WASHINGTON— Facebook Inc. said it believes that information on as many as 87 million of its users may have been improperly shared with an analytics firm tied to the 2016 campaign of President Donald Trump, a larger number than had been previously reported.
The disclosure comes as the company is stepping up its efforts to repair trust with regulators and the public in the wake of several controversies tied to the election. Earlier Wednesday, U.S. lawmakers announced that Facebook founder and Chief Executive Mark Zuckerberg has agreed to testify on Capitol Hill on how the company handles data related to its 1.4 billion daily users, globally.
Facebook has come under heavy criticism after it was revealed earlier this year that the analytics firm, Cambridge Analytica, obtained Facebook user information on tens of millions of users. The social-media giant also faces questions over the proliferation of “fake news” and the presence of Russian operatives on the service during the race.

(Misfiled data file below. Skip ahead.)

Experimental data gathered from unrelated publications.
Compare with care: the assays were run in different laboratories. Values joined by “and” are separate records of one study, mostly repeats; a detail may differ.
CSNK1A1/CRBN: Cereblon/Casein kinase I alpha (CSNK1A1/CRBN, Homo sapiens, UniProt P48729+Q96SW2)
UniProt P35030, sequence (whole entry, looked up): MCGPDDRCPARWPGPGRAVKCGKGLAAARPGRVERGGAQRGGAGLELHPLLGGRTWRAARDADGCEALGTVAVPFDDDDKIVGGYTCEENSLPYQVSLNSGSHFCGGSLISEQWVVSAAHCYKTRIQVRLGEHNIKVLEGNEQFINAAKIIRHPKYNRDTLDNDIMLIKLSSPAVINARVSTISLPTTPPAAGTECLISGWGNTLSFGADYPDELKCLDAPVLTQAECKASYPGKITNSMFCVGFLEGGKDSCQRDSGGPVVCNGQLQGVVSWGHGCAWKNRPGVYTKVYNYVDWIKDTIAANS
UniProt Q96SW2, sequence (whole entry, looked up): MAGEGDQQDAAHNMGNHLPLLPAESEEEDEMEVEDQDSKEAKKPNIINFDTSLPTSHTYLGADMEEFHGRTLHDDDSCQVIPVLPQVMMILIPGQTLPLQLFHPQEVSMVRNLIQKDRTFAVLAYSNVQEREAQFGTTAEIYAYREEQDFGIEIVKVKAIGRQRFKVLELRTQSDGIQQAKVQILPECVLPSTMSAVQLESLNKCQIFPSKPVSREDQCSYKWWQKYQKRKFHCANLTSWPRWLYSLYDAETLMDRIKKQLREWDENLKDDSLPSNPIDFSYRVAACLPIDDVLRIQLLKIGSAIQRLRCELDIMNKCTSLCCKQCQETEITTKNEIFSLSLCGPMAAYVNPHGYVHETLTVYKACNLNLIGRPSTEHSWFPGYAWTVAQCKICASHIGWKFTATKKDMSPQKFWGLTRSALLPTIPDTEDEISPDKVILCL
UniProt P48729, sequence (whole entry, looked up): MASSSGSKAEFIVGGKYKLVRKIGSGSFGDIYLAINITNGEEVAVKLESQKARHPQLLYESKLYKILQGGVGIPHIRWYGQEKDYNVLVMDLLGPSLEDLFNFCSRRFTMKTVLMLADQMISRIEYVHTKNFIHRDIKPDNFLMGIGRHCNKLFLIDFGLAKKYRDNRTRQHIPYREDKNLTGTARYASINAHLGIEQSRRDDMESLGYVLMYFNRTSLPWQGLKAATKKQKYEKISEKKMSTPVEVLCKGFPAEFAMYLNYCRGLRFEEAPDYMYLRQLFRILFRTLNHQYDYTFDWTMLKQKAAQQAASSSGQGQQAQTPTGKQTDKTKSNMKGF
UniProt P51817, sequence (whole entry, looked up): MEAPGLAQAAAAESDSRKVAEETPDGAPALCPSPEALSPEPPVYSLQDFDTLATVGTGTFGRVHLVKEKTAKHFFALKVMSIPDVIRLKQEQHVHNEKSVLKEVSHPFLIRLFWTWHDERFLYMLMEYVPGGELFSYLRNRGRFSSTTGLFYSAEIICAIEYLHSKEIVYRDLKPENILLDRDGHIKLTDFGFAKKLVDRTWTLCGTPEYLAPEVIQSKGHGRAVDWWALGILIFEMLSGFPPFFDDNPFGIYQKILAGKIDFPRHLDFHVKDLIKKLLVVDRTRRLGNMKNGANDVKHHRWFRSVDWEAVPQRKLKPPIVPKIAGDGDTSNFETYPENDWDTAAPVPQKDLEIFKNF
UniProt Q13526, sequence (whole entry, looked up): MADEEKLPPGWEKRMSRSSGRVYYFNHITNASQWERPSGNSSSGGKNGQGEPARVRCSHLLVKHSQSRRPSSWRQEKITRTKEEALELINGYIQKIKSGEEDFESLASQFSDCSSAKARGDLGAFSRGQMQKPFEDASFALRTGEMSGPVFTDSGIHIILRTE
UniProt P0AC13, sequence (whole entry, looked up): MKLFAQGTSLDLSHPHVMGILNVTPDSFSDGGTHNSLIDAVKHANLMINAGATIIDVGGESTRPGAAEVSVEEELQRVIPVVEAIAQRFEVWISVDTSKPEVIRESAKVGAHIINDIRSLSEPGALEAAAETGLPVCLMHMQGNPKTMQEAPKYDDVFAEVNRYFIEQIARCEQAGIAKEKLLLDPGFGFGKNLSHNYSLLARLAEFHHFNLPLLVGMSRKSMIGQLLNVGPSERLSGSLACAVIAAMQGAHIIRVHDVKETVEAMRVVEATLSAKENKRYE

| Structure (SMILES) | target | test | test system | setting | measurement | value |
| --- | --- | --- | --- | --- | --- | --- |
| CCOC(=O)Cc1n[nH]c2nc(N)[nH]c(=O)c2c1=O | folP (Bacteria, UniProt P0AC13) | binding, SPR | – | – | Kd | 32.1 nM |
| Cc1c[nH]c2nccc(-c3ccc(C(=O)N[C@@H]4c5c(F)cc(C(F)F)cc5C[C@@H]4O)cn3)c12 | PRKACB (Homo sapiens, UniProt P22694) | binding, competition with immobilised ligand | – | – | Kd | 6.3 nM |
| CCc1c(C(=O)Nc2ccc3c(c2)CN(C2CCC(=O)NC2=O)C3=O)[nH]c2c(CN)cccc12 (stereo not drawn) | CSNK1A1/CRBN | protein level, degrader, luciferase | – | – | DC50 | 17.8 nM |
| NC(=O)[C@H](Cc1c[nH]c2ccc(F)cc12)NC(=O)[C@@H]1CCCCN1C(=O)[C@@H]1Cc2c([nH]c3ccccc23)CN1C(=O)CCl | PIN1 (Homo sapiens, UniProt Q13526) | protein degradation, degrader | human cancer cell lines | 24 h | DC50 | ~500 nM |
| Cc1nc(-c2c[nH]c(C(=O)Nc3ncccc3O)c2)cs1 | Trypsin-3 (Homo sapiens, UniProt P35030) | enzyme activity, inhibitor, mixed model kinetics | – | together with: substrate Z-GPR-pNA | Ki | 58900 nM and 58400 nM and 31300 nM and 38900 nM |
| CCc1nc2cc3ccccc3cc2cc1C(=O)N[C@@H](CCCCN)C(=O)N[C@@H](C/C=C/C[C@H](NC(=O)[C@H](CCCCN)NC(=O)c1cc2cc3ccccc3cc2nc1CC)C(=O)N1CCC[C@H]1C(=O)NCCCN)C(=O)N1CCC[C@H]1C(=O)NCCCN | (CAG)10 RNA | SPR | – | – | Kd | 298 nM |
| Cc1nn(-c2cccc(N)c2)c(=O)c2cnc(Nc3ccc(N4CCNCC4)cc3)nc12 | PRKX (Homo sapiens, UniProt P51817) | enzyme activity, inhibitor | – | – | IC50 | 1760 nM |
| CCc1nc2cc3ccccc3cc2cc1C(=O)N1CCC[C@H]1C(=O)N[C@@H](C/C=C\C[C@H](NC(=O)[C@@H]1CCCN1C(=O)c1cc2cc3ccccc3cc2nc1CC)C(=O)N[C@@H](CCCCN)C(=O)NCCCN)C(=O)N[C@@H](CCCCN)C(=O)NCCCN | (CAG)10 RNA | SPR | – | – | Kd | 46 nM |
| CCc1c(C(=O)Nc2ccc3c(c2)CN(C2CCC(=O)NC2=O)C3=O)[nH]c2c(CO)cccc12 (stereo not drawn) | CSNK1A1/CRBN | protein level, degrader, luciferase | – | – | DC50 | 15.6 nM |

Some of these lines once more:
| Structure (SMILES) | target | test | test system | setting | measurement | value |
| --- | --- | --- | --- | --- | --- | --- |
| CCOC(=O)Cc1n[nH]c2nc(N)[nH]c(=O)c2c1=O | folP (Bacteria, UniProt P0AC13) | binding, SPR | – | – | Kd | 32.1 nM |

Facebook disclosed the new figure—up from 50 million previously reported—in a statement laying out several updates to the way the Facebook service works, moves intended to better protect the privacy of users and increase their control over how their personal information is shared.
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The company said it will soon allow users to see if their data may have been shared with Cambridge Analytica. Facebook, which has 184 million users in the U.S. and Canada, said most of the users affected were in the U.S.
Mr. Zuckerberg is scheduled to appear on April 11 before the House Energy and Commerce Committee, which oversees many telecommunications and internet policy issues. The hearing will focus on “the company’s use and protection of user data,” the panel said in its announcement, but lawmakers can also press Mr. Zuckerberg on other matters.
A Facebook spokesman confirmed Mr. Zuckerberg would appear before the House committee and said conversations are continuing about other possible hearings. Mr. Zuckerberg is scheduled to hold a conference call with reporters Wednesday afternoon. Two Senate committees also are interested in having Mr. Zuckerberg appear.